Phoebe Bridgers Opens Up About Playing Texas

Phoebe Bridgers brings her songs to life at White Oak Music Hall upstairs.
Phoebe Bridgers brings her songs to life at White Oak Music Hall upstairs. Photo courtesy of Chromatic PR
In recent years, singer songwriters in many cities can feel like they're a dime a dozen, but it doesn't feel like that's the sound that's coming from Los Angeles. You could've said that statement for a long time until last year, when Phoebe Bridgers released her stunning debut album Stranger in the Alps. On it, the 23-year-old L.A. native gave us one of the prettiest and most thoughtful albums of the year while showcasing that she was a force to be reckoned with in the genre.

Now, after critical acclaim from pretty much every journalist including myself, she's returning to Houston to perform at White Oak Music Hall. The Houston Press was more than ecstatic to chat with Bridgers about her album, her praise, and what she has in-store for us on February 9.

When you listen to her music, there's an emotional heft to it all, and makes you wonder if this was always the kind of music Bridgers has made. Playing music since her teens, she admits that she definitely had a different sound when she was younger.

"I don't think it was ever the opposite of what it is now, but I had an almost pop punk/Killers-esque band in high school. I ended every song screaming. Still, the lyrics were pretty tender. Honestly, I think my sound is still growing and changing, it doesn't feel like I've arrived somewhere with it. I want to be the kind of artist who could make anything from an electronic to a folk record and no one would be surprised. Like Bright Eyes or Beck," says Bridgers.

When you listen to her album, you should realize real fast that she, like Elliott Smith did, has the ability to make sad sound beautiful. When asked if her point was to make that kind of record, she says "Elliott is my favorite of all time which I think I've made that abundantly clear to everyone I talk to, but yeah he's the best. I didn't set out to write a really sad record, I just tried to take the production song by song. For example, "Demi Moore," seemed to lend itself to a more lo-fi recording, and "Motion Sickness" was more of a pop song. When we recorded "Scott Street," we all just went into the studio and picked instruments off the wall to play, like the triangle, for example. It was a blast."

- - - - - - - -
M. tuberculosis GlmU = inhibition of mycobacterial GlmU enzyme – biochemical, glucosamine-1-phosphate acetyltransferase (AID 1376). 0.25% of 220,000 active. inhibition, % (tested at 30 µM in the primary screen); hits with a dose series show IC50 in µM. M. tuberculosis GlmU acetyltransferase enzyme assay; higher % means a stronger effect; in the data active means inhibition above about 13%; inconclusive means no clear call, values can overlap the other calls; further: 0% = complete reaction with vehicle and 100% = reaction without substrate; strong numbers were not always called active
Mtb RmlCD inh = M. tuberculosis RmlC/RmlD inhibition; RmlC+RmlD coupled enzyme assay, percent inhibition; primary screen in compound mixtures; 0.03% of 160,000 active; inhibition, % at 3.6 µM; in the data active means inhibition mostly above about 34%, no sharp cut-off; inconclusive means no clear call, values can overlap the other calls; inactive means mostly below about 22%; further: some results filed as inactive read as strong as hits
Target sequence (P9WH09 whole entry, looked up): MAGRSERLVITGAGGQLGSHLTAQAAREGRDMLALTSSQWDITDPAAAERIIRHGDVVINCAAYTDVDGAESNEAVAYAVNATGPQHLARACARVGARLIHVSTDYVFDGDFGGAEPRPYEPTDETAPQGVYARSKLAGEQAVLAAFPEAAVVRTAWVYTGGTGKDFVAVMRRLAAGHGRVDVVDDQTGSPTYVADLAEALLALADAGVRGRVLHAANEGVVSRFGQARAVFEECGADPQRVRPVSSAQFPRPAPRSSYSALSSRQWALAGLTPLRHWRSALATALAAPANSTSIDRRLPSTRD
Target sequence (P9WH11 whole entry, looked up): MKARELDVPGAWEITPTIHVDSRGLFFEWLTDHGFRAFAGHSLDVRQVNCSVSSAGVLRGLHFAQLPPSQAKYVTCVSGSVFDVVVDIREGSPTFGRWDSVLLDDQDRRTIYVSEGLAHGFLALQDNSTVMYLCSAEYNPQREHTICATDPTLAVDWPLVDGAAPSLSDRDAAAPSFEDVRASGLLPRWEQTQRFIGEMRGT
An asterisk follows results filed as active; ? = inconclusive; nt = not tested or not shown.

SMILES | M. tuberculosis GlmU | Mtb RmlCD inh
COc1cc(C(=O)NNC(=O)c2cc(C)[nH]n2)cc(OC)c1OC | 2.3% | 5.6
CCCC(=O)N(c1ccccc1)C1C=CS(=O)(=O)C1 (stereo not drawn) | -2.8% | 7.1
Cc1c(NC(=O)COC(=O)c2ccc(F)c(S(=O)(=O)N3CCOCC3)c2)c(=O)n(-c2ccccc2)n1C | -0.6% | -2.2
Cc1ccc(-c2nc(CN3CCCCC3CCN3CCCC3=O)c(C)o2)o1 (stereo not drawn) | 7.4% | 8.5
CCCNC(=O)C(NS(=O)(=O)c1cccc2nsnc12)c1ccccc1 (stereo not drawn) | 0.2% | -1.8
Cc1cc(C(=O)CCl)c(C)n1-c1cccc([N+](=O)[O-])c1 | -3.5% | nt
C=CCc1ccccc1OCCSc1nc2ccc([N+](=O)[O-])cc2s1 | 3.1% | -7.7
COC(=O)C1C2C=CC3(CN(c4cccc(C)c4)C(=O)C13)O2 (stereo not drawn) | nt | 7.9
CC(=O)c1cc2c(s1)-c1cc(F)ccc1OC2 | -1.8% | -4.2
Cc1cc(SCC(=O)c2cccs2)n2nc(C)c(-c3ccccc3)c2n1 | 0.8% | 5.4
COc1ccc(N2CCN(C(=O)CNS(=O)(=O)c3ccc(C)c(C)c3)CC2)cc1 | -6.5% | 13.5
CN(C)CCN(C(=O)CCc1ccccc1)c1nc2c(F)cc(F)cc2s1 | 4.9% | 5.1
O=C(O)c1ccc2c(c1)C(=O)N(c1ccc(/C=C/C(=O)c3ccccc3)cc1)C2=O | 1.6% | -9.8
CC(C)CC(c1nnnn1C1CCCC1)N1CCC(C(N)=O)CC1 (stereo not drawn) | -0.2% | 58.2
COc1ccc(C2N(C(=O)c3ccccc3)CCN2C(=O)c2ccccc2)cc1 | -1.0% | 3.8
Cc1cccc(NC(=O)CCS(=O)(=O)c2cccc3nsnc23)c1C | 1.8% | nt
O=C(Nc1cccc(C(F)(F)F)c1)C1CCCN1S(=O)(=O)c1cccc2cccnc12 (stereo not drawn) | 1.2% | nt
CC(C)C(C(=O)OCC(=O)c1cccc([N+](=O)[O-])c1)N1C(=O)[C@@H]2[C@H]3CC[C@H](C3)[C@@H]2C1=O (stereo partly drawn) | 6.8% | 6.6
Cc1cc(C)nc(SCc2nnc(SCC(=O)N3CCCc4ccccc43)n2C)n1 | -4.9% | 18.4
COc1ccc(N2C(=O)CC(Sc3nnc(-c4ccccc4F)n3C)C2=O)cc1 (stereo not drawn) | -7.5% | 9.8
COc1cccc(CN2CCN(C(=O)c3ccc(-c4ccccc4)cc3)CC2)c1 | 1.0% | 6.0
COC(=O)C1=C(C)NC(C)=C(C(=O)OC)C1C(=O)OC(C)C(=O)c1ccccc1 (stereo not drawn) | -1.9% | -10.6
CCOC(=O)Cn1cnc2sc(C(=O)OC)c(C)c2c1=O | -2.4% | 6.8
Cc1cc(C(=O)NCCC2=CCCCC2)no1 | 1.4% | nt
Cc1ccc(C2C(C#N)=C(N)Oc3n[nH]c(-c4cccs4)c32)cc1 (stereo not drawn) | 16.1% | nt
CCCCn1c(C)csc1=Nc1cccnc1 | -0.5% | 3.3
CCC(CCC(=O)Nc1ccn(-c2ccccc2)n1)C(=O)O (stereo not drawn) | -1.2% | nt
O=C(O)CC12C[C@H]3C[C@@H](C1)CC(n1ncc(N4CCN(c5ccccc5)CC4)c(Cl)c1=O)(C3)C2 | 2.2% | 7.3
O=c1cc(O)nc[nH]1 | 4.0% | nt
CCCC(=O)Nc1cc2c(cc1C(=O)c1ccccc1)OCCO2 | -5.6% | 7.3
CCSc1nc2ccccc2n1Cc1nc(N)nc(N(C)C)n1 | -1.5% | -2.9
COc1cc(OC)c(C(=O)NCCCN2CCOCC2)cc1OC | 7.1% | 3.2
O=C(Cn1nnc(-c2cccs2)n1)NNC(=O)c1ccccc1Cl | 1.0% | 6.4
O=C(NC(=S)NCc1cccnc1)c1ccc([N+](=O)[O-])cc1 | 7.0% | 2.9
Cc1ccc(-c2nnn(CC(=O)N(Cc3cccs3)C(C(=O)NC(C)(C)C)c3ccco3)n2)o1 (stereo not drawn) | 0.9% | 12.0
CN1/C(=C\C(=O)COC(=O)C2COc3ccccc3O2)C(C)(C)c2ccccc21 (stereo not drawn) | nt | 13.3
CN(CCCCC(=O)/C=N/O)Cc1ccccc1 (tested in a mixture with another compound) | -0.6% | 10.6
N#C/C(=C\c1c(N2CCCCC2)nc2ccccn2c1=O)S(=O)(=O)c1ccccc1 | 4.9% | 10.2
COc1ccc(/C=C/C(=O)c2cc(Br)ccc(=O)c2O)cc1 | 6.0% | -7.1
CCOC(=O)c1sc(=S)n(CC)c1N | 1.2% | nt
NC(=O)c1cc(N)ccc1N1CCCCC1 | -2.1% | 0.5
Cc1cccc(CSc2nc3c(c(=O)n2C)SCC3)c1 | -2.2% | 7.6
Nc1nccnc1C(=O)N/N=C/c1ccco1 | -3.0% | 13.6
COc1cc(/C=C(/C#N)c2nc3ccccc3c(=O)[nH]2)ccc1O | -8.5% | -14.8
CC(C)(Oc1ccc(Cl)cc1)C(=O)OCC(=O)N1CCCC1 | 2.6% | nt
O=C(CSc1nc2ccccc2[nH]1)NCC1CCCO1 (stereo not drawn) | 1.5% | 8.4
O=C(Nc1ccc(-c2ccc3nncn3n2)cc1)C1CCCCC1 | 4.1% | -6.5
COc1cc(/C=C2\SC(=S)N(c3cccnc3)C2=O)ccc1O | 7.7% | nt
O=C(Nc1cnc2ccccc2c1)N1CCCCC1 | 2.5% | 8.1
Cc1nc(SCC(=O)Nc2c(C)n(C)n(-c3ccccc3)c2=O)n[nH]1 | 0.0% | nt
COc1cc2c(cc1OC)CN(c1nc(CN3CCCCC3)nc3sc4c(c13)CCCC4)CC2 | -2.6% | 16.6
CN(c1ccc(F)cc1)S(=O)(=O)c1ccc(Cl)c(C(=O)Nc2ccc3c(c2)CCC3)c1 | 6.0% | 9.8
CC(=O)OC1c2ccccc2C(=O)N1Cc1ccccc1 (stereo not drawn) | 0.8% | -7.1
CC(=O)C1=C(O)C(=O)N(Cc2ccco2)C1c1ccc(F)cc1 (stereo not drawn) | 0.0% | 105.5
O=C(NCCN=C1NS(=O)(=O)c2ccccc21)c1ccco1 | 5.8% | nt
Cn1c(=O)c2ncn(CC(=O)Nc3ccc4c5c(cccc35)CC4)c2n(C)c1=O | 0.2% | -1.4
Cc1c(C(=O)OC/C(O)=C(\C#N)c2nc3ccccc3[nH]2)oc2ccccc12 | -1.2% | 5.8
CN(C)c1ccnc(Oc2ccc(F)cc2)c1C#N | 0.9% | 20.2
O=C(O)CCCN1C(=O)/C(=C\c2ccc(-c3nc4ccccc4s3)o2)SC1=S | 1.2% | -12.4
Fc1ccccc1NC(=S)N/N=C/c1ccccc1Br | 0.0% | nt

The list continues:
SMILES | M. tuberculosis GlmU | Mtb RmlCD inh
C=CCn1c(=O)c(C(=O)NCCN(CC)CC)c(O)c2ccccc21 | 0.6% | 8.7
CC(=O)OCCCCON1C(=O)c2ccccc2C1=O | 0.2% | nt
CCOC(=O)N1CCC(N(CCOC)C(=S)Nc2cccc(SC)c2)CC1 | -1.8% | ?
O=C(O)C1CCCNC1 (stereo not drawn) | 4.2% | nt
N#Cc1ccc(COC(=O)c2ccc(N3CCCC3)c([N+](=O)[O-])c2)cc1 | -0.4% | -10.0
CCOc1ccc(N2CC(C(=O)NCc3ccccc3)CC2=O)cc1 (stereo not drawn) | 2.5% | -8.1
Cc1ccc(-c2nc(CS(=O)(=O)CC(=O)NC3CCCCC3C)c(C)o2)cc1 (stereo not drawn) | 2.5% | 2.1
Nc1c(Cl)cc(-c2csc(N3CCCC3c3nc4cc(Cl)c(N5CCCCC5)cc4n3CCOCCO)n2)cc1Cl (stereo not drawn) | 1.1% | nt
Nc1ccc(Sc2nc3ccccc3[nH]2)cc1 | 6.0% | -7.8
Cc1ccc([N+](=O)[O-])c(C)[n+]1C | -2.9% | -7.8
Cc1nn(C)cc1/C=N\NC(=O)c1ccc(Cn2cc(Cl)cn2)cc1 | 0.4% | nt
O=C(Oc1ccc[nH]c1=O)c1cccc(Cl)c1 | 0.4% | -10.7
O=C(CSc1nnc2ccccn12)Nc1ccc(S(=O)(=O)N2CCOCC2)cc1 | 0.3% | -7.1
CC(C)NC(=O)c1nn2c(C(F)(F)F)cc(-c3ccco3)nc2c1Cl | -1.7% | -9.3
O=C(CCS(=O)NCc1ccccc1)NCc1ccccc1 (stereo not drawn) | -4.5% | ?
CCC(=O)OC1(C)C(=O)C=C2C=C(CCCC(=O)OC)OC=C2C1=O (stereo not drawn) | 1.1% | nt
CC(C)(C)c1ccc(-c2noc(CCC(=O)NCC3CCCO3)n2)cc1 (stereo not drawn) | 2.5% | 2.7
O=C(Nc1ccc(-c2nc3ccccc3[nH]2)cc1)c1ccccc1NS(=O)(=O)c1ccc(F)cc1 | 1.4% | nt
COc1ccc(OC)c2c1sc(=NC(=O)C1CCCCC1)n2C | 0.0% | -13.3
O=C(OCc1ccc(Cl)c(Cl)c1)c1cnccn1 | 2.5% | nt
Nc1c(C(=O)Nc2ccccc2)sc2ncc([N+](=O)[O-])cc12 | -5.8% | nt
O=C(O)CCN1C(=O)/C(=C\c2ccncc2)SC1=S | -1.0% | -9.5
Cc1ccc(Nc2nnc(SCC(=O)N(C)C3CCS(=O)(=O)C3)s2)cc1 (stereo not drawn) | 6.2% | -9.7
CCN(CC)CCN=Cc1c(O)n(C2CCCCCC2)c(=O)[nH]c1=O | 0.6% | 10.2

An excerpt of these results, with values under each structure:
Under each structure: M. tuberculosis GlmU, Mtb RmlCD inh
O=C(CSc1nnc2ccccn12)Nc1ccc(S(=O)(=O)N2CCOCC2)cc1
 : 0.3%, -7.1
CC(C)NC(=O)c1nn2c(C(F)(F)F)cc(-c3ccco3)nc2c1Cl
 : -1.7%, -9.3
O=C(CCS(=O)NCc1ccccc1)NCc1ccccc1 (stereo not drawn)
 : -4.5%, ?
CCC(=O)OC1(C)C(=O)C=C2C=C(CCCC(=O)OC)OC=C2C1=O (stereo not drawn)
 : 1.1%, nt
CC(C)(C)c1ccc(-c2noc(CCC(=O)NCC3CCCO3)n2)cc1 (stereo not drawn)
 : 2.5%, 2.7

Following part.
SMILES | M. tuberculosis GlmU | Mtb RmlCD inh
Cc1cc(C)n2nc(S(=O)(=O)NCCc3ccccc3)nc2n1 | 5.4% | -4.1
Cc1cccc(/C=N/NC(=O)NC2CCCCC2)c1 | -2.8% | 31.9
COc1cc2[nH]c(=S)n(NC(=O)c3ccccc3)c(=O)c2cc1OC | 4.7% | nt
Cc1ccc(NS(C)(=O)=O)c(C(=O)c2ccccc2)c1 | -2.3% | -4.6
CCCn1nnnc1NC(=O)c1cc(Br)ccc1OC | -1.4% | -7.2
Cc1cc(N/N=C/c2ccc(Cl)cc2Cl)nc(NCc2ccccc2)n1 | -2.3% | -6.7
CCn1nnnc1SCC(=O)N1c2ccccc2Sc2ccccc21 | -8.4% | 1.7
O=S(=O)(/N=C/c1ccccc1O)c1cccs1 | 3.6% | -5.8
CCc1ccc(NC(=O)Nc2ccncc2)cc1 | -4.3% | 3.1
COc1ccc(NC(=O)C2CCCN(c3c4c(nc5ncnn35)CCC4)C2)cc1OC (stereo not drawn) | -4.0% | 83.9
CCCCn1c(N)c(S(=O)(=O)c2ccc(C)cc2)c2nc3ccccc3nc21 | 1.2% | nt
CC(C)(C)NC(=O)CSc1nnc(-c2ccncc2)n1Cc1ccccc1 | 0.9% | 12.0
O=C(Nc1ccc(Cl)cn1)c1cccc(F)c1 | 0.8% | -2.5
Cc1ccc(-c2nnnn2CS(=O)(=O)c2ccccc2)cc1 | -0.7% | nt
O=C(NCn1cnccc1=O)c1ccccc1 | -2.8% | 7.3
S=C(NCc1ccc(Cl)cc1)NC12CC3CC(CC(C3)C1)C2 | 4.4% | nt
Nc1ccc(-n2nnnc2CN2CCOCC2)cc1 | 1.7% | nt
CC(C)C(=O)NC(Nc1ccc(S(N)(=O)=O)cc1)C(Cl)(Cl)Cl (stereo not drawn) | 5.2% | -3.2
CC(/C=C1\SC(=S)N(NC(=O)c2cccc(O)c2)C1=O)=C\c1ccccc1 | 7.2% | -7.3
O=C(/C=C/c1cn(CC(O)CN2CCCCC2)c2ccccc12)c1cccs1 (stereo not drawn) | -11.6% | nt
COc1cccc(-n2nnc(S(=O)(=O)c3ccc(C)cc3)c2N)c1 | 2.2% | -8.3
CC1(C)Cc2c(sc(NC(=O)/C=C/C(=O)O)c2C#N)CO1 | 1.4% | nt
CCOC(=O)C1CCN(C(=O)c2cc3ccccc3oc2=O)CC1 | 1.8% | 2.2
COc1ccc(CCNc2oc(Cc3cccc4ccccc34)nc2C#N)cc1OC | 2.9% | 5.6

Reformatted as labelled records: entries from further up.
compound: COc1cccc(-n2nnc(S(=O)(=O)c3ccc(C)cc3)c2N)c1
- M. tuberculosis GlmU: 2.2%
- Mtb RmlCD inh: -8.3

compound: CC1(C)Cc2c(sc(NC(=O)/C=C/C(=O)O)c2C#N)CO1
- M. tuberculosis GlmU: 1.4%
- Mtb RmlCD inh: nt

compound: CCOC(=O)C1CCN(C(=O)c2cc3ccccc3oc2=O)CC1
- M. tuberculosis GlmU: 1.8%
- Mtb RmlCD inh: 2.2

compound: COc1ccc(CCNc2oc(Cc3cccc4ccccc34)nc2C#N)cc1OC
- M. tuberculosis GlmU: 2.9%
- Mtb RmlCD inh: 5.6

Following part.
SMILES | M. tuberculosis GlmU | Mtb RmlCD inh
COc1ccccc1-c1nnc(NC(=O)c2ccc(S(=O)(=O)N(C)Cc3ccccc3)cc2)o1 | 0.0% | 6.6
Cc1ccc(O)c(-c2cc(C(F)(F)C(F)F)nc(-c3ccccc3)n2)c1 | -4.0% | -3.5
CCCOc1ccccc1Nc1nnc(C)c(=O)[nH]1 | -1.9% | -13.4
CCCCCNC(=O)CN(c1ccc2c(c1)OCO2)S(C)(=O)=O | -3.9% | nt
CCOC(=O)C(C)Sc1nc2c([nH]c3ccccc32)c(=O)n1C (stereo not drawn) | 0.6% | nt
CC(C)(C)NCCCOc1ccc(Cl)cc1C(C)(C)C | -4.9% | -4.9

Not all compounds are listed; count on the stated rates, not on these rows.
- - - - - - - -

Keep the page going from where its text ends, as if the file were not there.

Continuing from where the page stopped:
The record was produced by heavy hitter Tony Berg, whose work with acts like Aimee Mann and Andrew Bird has made him a producer worth working with, and someone who feels like the perfect person to produce this record. When we inquired about how she came to working with him, Bridgers recalls "our mutual friend put us in touch, and I went over to his house one morning. We ended up talking for hours and I basically got a free guitar lesson. Recording with Tony was like indie rock summer camp. I met so many of my favorite musicians because they stopped by the studio unannounced while we were recording. Or I'd walk outside the studio and see them in the pool."

click to enlarge "Stranger in the Alps" may be one of the prettiest albums you'll ever hear. - PHOTO COURTESY OF CHROMATIC PR
"Stranger in the Alps" may be one of the prettiest albums you'll ever hear.
Photo courtesy of Chromatic PR
And while it's been noted that she worked with Ryan Adams on her first seven inch "Killer" from 2015, what's probably less known is that Adams gave her one of her guitars, a vintage Epiphone Frontier. When asked about her gear, Bridgers says, "Ryan Adams gave me that Frontier in 2014, and I've been playing it ever since. Although I think I may need to retire it for the upcoming tour, because it's vintage and very delicate. The Danelectro baritone however, is a relatively cheap guitar that I'm obsessed with. I played it all over my album and feel totally comfortable taking it on the road. It's fallen apart a couple of times but it's pretty easy to put back together. I'm not sure why more people don't play baritone guitars, they really fill out the sound to me, especially when I play solo or with a group without bass."

In the last couple of years, Bridgers has toured quite a bit all over the globe with a fan base everywhere she performs. While she's still a little shocked that she has fans at all, that doesn't mean she doesn't mix it up with new songs and covers depending on where she's playing at.

"I'm still in awe that I have fans anywhere, so every show feels pretty unreal. The coolest thing ever was getting onstage in Brighton, for one of my first shows after the record came out, and having a crowd of people I'd never met sing the words back to me. It's also one of the most beautiful places I've ever been to, so I love that I have an excuse to go there. I've been working on some new stuff I'd love to play, so if it's good enough by the time we get to Houston, definitely. And I always have to play a Daniel Johnston or Townes Van Zandt cover whenever I'm in Texas," says the singer.

You'd definitely be doing yourself a favor by listening to and purchasing her album Stranger in the Alps. Available on all platforms to stream, you can also purchase it directly from Bridgers here, or from her label Dead Oceans. You can catch Phoebe Bridgers in person on Friday February 9 at White Oak Music Hall upstairs. The all ages show has a support set from Soccer Mommy. Doors at 8 p.m.; tickets $13 to $15.
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David Garrick is a former contributor to the Houston Press. His articles focus primarily on Houston music and Houston music events.